Rating agency Standard & Poor’s gave an update on how it views global reinsurance sector trends at an event in London recently, highlighting the continued growth of capital, ongoing price pressure and saying that M&A won’t reverse these trends.
Dennis Sugrue, Director and Sector Specialist for Reinsurance at S&P, explained that the rating agency still sees negative credit trends in the reinsurance market, largely created by continued pressure on supply and demand.
“We’re still seeing record levels of capital in the market. Alternative capital continues to flow into the market quite freely as well. At the same time we’re seeing a change in demand dynamics,” commented Sugrue.
S&P has repeatedly highlighted the changing demand side dynamic as large buyers of reinsurance have rationalised and centralised their approach to buying risk transfer. Now, Sugrue said, this trend is moving on to smaller players who are also rationalising their reinsurance programs.
“Last year we were talking about a lot of the large global cedents who were changing the way they were buying reinsurance. We’re continuing to see that with some of the big global multi-liners, but even some of the smaller reinsurance buyers are starting to take a more centralised approach, so this is starting to spread down the ranks,” he explained.
S&P still expects smaller, less diversified reinsurance players will struggle, as they try to defend their competitive positions. But profitability is going to be an issue for many in the space, even among the larger players, although the most diverse and globally active re/insurers will weather this better than others.
Continued softening of prices in reinsurance lines is expected to pressure the sectors capital and earnings.
Sugrue said; “We forecast that reinsurers will have trouble meeting their profitability targets this year and next year, in many cases returns on equity and returns on capital will barely meet the costs of equity and costs of capital for the sector. I think this leads to many looking for other options.”
“Reinsurers will have to continue to focus more on underwriting,” Sugrue explained, adding that S&P does not expect reserve releases to completely disappear but it does expect them to decrease further and does not view them as sustainable.
Investment returns which had been high-quality and liquid are now at a point where S&P sees them inhibiting earnings and it expects investment returns to remain difficult in a low-yield environment for some years to come.
Again, this puts the focus onto underwriting for profits, but with pricing down, competition higher, alternative capital and insurance-linked securities (ILS) eating into the pie and buying rationalised, this is a tough ask for reinsurers right now.
Shareholder equity continues to grow and as a result S&P expects the market to remain awash with capacity for the foreseeable future.
Discussing the growth of alternative capital, Sugrue said; “Alternative capital is reaching record levels. We expect that 2015 will see similar levels of cat bond issuance (to 2014). There’s been a target out there, or an estimate, that roughly $8 billion of cat bonds will be issued in 2015, we don’t think that’s impossible based on the deal-flow that we’ve seen.”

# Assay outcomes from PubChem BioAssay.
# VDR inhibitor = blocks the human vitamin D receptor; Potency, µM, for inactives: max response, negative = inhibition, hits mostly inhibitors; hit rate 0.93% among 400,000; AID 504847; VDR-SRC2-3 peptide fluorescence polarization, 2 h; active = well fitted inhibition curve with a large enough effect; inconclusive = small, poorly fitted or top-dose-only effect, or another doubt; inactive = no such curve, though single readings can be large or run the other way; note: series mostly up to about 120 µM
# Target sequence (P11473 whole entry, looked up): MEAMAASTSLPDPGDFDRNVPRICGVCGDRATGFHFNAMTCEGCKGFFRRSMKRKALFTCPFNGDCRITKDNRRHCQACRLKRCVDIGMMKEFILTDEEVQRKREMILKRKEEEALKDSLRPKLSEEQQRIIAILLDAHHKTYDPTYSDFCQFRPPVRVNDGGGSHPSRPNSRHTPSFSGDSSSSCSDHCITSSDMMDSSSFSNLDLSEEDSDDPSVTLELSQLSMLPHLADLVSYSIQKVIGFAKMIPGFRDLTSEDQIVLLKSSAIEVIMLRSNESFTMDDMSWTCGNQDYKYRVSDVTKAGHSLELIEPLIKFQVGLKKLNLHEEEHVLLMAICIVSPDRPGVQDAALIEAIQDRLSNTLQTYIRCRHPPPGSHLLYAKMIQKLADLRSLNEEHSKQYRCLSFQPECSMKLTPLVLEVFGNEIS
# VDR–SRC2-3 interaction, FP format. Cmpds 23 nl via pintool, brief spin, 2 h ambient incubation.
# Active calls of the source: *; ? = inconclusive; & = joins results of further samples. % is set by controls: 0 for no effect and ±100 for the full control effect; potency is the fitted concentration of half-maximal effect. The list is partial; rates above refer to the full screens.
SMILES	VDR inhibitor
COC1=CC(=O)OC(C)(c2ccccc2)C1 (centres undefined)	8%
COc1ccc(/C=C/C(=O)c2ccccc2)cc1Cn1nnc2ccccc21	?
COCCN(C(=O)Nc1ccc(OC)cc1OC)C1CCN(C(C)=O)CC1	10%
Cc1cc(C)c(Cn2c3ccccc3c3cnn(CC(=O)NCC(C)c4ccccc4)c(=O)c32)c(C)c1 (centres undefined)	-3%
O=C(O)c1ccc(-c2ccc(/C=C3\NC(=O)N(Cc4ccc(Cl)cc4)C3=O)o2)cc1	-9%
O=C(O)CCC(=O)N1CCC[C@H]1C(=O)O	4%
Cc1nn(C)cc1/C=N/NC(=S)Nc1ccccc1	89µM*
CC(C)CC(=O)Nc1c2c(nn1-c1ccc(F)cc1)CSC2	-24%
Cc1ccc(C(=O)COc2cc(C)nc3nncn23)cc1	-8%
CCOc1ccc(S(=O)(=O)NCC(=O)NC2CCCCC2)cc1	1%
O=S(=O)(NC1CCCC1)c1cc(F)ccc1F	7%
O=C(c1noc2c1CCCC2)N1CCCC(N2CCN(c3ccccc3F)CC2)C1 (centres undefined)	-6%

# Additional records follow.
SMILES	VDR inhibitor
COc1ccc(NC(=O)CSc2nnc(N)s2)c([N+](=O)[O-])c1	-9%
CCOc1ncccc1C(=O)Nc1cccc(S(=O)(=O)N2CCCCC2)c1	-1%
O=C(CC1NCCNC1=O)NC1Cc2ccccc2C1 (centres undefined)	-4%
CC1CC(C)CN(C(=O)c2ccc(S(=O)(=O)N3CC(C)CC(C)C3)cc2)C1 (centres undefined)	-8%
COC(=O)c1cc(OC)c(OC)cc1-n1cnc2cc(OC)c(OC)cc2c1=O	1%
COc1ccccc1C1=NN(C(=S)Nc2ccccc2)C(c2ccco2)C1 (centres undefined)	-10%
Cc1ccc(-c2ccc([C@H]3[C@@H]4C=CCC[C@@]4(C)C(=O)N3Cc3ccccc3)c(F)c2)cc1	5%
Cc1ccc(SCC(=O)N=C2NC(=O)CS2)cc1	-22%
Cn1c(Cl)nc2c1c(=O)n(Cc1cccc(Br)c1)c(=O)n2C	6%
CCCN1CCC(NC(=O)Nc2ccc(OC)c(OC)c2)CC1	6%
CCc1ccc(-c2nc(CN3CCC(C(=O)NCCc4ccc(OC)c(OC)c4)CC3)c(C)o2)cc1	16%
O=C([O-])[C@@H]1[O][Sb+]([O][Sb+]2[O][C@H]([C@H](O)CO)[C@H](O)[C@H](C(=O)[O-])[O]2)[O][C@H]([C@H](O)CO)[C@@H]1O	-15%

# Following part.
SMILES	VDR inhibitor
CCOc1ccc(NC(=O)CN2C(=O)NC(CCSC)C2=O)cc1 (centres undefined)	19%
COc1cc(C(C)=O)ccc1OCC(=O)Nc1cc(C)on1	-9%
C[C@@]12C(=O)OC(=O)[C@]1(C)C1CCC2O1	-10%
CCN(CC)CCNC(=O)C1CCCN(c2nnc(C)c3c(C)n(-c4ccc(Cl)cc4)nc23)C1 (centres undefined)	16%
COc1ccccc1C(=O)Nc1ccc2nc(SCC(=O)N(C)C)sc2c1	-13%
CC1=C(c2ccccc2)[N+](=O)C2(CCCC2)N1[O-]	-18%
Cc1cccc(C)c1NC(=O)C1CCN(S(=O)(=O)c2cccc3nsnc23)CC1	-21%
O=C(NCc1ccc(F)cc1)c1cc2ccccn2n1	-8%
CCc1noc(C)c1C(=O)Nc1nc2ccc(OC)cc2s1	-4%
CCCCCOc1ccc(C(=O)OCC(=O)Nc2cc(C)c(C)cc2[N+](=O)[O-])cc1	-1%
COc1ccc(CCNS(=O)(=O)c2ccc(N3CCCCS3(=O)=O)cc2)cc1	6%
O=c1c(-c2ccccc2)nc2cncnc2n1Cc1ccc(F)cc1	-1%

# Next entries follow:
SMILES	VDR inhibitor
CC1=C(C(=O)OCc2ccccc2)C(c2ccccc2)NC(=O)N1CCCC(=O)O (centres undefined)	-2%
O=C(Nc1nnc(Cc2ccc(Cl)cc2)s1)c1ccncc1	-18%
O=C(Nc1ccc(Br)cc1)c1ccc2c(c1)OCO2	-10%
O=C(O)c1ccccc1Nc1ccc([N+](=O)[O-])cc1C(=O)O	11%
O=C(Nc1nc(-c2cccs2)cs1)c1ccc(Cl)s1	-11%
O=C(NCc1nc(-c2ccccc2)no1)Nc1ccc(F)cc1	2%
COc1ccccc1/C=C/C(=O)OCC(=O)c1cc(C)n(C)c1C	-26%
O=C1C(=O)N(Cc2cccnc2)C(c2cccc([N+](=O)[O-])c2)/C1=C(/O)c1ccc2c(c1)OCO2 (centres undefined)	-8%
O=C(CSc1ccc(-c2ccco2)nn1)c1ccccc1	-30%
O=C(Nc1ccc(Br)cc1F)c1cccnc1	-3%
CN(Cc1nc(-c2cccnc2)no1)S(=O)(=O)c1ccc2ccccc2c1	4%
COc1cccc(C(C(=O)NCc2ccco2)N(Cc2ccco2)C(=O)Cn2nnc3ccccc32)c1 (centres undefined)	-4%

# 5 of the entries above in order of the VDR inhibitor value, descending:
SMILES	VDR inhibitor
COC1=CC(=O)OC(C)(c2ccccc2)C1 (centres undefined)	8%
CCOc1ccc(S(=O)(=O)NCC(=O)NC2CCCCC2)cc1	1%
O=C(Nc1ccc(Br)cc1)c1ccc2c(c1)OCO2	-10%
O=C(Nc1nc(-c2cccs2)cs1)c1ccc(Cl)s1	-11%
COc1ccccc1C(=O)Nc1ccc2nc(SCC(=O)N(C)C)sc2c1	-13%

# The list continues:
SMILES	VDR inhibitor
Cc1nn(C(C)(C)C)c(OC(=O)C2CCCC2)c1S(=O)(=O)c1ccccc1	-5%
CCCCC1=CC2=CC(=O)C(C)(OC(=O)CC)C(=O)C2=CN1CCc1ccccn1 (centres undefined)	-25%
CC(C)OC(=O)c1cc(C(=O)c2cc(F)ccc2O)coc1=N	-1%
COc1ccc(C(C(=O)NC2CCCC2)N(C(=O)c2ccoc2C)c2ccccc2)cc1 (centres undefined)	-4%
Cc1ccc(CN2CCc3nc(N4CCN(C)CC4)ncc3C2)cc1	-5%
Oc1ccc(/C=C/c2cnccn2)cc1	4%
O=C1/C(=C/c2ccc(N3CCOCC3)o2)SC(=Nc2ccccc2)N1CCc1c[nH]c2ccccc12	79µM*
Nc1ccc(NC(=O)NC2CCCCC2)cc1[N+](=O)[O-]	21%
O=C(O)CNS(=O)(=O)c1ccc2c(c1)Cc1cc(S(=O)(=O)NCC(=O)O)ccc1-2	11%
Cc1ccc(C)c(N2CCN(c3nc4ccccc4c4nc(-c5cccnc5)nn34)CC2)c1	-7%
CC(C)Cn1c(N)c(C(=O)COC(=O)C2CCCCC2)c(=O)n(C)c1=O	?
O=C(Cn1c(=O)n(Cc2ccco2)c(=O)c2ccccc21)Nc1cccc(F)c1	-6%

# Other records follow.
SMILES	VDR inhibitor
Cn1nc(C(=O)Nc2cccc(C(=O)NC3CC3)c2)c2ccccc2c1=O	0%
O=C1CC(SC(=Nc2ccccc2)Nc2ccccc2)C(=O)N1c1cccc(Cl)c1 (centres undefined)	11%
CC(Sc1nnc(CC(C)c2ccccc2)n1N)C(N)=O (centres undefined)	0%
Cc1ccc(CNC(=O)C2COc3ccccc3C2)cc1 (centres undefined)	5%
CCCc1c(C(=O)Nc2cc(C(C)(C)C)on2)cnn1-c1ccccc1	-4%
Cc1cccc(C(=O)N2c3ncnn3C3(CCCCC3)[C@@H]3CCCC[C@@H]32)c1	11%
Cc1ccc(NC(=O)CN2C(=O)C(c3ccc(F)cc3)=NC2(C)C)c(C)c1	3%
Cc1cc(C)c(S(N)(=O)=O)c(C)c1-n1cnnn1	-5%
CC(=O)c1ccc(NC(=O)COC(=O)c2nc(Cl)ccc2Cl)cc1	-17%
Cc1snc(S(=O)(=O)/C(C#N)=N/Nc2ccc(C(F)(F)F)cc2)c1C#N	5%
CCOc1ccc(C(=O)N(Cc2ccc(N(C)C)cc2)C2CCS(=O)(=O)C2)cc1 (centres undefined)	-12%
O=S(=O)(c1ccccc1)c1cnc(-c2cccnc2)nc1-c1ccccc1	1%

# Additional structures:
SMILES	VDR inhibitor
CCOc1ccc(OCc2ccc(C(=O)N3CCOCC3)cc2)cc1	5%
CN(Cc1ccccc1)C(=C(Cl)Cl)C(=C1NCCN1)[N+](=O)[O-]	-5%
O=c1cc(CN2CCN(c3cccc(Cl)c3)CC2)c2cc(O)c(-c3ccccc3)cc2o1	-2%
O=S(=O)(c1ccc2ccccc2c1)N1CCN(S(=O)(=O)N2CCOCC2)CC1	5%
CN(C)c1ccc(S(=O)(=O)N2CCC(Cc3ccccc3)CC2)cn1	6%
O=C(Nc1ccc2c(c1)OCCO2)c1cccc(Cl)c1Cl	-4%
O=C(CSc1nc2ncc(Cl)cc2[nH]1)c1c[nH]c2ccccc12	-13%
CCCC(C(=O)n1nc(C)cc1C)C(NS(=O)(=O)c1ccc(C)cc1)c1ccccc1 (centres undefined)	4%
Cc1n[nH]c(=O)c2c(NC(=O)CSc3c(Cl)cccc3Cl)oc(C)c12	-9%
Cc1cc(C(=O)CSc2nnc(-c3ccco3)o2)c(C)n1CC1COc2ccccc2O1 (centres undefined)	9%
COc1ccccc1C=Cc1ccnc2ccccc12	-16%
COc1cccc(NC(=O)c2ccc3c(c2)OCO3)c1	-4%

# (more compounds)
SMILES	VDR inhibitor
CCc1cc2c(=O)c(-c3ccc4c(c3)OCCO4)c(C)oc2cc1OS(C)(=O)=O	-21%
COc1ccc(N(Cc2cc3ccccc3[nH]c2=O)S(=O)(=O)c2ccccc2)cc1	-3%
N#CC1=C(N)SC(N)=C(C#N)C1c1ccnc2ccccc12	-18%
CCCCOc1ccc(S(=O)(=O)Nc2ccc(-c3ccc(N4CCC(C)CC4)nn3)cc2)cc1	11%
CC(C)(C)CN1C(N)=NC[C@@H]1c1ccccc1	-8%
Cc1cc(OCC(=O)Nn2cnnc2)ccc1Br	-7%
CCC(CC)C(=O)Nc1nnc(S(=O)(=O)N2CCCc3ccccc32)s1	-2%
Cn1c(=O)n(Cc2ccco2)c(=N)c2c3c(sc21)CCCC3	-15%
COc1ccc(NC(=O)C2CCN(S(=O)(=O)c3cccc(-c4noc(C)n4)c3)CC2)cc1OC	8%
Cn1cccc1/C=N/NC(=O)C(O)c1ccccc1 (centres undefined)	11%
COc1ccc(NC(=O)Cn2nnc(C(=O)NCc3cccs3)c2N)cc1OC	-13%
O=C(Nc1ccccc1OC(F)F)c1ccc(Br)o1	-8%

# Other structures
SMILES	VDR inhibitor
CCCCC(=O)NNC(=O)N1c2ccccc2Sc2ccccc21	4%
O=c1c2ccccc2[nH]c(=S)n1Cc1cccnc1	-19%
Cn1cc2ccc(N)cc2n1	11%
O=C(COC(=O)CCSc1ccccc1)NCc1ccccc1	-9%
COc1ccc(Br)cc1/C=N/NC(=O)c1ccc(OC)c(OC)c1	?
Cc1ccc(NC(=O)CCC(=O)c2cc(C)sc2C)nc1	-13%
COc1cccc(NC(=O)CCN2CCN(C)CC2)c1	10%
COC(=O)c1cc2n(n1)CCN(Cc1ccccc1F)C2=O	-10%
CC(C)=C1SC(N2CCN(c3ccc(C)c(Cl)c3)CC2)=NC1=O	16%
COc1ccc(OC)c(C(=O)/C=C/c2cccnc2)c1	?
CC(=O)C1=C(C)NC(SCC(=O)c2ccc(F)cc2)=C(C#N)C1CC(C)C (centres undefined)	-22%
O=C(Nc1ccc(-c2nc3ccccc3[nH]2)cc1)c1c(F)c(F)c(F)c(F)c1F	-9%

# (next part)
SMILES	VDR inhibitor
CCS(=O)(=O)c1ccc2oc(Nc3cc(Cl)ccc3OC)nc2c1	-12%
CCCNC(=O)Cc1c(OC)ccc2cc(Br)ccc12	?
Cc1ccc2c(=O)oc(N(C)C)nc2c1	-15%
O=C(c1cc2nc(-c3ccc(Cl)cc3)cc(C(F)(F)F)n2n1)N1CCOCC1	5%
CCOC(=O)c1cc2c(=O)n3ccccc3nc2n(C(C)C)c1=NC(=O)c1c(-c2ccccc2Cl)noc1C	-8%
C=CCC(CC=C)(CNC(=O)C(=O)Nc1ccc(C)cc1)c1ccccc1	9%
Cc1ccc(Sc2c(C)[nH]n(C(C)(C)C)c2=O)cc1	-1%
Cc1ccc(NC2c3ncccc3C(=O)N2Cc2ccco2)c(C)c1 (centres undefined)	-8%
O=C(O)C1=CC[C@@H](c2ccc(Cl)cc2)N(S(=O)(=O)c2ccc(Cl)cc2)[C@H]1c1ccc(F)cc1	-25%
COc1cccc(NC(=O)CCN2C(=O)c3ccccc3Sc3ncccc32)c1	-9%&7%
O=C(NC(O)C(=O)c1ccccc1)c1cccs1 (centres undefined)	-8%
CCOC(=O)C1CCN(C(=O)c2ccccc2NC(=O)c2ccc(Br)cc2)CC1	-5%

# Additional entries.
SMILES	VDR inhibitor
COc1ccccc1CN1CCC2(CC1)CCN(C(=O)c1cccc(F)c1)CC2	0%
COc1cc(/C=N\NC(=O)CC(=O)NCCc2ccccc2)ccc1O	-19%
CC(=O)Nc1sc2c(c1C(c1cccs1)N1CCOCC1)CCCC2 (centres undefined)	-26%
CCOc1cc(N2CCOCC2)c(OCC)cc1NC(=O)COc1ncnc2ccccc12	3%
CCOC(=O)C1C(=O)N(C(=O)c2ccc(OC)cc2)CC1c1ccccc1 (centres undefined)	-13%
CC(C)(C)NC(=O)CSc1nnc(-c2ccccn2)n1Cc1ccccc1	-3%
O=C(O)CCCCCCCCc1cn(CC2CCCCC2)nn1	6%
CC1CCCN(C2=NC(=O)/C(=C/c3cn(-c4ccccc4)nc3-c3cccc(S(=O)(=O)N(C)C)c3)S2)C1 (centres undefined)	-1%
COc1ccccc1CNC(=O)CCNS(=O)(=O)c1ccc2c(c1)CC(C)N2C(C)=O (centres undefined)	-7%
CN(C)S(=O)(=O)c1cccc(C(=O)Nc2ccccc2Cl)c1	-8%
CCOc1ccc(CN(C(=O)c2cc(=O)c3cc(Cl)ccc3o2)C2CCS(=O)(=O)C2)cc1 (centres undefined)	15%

Sugrue said that a lot of the alternative capital is putting pressure on property catastrophe rates, in addition to all the traditional capital in the market. This is forcing traditional reinsurers to look elsewhere, creating a spill-over effect as rate pressure expands to other lines of business as well.
As a result of the ongoing trends in global reinsurance S&P expects profitability to be deteriorated. Sugrue said that is already being seen and that this is expected to persist as rate pressure continues, investment returns remain depressed and reserve releases slow down.
S&P now forecasts an average return on equity RoE or 7% to 9% for 2015 and 2016, while combined ratios are likely to be 97% to 102% in 2015 and 99% to 104% in 2016.
Consolidation remains at the top of reinsurers agenda’s Sugrue said, with price to book values perhaps being more accommodating of M&A activity right now. S&P said that it expects to see a few more deals “come down the pipe” in the future, but it sees the majority of these deals as defensive in nature to date.
“We don’t think that these combinations are really going to affect the amount of capital in the industry,” Sugrue said “and won’t stop the tide in terms of reinsurance pricing.”
The deals to date are not really pulling significant capital out of the market and so capacity will likely remain high, while fewer larger reinsurers could mean fiercer competition between those that are left.
The main messages from S&P remain the same. An expectation that more than half of the global reinsurers it rates are more exposed to competitive and earnings pressure, but that others with the necessary scale, diversity and scope should be able to withstand it.
For smaller, more concentrated reinsurance firms, there is a need to carve out a competitive position, while also protecting capital and bottom line. This could mean an M&A deal ahead for many in this group.
Finally, those who cannot adjust to the ongoing turbulence in the reinsurance market will struggle to survive. S&P’s negative reinsurance sector outlook continues as a result.